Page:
Studies, Government Data Discredit “Dirty Dozen” List

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(Watsonville, CA) Peer reviewed research published in the Journal of Toxicology found that the recommendation in the “Dirty Dozen” list to substitute organic forms of produce for conventional does not result in any decrease in risk for consumers because residues on conventionally grown are so low, if present at all.

The research also found that the list authors follow no scientifically established methodology in the development of their list.

Further, the U.S. Department of Agriculture’s (USDA) Pesticide Data Program (PDP) consistently finds that over 99% of foods sampled had residue levels well below Environmental Protection Agency (EPA) safety standards with over 27% having no detectable residues at all. According to the USDA: “Based on the PDP data, consumers can feel confident about eating a diet that is rich in fresh fruits and vegetables.”

And the EPA states: “EPA is confident that the fruits and vegetables our children are eating are safer than ever. EPA evaluates new and existing pesticides to ensure that they can be used with a reasonable certainty of no harm to infants and children as well as adults. EPA works continually to review and improve safety standards that apply to pesticide residues on food.”

The “Dirty Dozen” list authors admit that their list does not assess risk nor do they apply basic tenets of toxicology in the development of their list. From Environmental Working Group’s (EWG) “Dirty Dozen” report: “The Shoppers Guide does not incorporate risk assessment into the calculations.  All pesticides are weighted equally, and we do not factor in the levels deemed acceptable by the EPA.”

In a report released by the Centers for Disease Control (CDC), only one in 10 Americans consume enough fruits and vegetables each day, which is unchanged from previous survey levels announced almost a decade ago.  The report stated that those living below or close to the poverty level were the least likely to meet vegetable recommendations.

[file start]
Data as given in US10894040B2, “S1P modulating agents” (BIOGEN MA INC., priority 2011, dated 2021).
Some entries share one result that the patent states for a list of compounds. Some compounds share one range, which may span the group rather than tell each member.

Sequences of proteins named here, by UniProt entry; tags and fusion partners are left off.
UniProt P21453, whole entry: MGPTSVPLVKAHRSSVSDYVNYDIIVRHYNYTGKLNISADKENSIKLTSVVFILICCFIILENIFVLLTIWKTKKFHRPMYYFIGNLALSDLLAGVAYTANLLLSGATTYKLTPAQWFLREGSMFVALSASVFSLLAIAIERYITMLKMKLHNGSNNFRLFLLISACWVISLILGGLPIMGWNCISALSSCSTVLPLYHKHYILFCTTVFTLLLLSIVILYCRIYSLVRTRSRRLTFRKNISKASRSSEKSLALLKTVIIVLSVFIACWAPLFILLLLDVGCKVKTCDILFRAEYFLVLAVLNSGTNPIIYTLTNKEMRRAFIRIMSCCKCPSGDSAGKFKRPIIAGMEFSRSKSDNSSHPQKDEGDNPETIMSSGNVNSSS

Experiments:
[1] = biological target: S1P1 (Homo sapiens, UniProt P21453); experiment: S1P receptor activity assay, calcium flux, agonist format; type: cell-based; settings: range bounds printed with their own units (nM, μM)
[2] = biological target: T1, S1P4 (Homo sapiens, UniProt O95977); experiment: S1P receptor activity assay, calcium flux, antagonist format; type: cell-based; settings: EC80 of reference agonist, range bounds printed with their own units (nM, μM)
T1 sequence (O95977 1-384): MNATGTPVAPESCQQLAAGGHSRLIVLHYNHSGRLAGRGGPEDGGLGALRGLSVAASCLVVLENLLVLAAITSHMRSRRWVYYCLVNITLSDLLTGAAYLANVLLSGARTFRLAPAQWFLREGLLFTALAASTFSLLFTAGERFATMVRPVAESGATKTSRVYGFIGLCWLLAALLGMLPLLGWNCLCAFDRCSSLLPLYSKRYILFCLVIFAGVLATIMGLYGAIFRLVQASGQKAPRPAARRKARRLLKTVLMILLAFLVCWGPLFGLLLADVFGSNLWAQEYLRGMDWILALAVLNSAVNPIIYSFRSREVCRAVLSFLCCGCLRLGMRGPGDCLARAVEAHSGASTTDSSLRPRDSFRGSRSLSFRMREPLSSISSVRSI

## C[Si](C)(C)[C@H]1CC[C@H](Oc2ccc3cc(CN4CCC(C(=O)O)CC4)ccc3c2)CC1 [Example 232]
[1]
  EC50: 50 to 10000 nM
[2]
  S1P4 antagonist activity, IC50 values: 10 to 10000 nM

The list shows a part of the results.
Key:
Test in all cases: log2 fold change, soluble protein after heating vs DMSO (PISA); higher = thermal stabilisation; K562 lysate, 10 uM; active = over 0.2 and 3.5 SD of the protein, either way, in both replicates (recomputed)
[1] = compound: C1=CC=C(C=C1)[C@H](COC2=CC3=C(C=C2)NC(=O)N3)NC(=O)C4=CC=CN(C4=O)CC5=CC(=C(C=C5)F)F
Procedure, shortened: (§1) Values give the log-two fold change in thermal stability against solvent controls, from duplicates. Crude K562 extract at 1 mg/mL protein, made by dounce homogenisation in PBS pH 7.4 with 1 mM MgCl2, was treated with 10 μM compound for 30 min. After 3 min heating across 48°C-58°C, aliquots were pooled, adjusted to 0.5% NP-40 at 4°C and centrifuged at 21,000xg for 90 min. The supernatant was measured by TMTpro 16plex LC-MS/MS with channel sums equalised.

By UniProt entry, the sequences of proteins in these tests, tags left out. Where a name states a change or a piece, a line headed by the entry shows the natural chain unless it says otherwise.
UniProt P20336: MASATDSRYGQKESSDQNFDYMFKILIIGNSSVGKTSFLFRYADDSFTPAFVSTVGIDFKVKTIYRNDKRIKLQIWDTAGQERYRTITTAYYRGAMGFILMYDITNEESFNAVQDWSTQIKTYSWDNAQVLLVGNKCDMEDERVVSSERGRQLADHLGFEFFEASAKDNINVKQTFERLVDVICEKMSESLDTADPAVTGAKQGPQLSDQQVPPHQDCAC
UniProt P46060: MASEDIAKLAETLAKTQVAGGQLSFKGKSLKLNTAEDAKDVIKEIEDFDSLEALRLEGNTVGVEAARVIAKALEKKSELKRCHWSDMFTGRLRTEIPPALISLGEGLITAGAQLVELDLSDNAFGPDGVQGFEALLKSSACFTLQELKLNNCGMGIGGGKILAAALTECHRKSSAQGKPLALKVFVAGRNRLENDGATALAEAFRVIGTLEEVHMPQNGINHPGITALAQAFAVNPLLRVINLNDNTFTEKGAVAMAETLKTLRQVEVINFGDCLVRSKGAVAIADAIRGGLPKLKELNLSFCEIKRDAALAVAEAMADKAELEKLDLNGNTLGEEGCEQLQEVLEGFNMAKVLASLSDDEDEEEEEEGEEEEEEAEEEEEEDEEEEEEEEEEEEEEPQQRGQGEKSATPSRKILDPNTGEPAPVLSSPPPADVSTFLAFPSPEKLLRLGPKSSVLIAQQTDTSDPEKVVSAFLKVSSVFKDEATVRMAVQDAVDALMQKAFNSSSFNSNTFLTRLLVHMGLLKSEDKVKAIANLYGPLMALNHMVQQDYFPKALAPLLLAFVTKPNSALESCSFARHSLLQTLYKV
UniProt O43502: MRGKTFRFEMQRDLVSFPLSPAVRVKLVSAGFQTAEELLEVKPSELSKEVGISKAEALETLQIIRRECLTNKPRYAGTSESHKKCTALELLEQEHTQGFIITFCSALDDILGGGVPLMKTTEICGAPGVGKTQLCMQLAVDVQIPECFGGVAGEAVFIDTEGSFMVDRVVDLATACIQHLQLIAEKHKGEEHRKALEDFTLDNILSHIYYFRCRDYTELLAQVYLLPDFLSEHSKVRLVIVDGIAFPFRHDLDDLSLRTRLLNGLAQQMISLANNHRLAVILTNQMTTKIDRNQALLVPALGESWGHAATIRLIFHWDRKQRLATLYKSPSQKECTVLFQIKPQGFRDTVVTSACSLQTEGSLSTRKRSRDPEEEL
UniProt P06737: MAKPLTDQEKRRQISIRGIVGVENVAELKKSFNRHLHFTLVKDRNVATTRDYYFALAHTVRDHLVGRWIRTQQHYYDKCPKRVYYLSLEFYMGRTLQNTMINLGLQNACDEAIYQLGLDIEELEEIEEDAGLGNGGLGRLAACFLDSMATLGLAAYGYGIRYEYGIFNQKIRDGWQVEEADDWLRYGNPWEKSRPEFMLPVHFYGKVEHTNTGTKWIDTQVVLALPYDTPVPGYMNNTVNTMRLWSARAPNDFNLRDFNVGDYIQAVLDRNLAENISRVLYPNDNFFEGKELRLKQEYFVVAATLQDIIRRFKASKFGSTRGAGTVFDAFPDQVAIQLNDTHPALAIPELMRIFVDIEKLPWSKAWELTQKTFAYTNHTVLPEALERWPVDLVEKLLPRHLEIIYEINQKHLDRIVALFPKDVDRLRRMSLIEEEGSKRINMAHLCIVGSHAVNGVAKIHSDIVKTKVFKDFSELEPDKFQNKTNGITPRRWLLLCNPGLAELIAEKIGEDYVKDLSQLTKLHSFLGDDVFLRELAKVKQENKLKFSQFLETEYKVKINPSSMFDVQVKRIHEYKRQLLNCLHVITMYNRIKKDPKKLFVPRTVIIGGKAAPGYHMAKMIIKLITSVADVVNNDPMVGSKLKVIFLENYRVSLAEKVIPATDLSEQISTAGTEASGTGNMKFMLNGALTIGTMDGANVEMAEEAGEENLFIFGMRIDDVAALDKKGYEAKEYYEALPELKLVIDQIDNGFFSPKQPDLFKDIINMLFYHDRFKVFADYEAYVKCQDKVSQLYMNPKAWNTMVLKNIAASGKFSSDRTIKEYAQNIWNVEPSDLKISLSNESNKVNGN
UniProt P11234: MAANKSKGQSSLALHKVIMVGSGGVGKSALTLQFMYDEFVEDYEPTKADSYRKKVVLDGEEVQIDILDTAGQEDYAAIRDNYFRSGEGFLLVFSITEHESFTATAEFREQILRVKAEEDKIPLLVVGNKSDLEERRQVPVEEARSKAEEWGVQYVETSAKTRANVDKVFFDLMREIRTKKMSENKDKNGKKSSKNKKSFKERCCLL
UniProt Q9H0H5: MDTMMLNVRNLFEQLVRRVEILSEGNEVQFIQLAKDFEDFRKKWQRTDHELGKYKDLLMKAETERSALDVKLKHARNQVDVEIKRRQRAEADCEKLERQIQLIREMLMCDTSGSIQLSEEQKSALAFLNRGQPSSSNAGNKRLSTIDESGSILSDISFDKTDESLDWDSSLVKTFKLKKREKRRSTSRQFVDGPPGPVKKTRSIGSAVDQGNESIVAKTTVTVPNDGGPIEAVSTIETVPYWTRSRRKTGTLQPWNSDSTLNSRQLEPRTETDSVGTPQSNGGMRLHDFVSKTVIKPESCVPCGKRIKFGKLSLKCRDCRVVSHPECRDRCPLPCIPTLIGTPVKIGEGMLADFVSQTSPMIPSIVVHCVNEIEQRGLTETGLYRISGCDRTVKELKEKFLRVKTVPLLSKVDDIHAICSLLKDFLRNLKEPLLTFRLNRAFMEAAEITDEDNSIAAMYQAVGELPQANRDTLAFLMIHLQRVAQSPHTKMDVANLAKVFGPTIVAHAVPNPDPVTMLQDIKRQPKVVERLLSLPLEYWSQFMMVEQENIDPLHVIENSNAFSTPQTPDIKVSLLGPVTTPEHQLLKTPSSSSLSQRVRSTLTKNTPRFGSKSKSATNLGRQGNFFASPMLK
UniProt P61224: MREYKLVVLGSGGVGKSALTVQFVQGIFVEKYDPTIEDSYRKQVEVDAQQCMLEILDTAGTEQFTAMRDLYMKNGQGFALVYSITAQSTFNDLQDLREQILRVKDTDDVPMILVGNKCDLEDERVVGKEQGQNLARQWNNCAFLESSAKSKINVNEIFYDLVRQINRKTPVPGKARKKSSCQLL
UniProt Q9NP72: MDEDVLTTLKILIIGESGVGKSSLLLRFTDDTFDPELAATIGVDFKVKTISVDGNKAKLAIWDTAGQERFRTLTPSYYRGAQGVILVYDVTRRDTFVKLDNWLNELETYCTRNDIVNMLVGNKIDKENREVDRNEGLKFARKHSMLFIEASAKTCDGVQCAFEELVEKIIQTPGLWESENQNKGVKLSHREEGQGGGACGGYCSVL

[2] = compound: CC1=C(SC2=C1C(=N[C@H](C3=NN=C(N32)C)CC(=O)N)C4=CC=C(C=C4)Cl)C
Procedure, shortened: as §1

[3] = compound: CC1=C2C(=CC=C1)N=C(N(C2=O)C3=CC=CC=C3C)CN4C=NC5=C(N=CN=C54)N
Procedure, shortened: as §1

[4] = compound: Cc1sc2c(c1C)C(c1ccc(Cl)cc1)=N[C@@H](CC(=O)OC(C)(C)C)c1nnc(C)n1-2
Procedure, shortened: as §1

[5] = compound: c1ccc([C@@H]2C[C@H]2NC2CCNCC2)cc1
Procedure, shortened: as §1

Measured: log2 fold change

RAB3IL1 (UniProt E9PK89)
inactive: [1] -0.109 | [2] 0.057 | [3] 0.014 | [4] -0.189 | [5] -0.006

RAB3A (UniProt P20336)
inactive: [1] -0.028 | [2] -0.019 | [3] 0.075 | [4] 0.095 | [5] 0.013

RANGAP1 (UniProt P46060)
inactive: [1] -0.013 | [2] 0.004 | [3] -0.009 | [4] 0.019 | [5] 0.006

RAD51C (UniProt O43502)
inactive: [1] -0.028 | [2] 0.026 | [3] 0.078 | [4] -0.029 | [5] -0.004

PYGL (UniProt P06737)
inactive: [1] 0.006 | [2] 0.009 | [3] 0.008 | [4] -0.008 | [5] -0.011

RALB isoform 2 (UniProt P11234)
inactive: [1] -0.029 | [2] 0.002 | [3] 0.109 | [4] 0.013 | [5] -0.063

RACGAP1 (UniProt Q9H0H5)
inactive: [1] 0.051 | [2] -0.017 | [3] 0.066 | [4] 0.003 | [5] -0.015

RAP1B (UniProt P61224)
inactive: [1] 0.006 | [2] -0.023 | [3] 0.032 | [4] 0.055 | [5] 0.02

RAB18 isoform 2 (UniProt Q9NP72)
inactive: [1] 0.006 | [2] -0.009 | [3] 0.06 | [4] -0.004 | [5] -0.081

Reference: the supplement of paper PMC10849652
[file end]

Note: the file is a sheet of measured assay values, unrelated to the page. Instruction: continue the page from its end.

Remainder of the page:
From the CDC: “Continued efforts to increase fruit and vegetable consumption by improving access and affordability in diverse community and institutional settings will help mitigate health disparities among U.S. residents. Additional policies and programs that will increase access to fruits and vegetables in places where U.S. residents live, learn, work, and play, might increase consumption and improve health.”

“Consumers can and should disregard these types of lists,” says Dr. Sylvia Klinger, DBA, MS, RD, founder of Hispanic Food Communications who serves on the AFF’s Management Board. “Simply follow the advice of dietitians and health experts and choose the fruits and vegetables that you enjoy are affordable and accessible for you and your family, but choose to eat more every day for better health and a longer life.”

For consumers who are still concerned about residues, the Food and Drug Administration (FDA) states that washing fruits and vegetables under running tap water often removes or eliminates any residues that may be present. (Never use soaps or detergents to wash produce.)

Learn more about the safety of all produce at

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Follow your berries to the farm.

Locate the 16-Digit Trace code.​ Enter the trace back code from your berries to learn about where they were grown. Too bad we can’t deliver the fresh fragrance, too!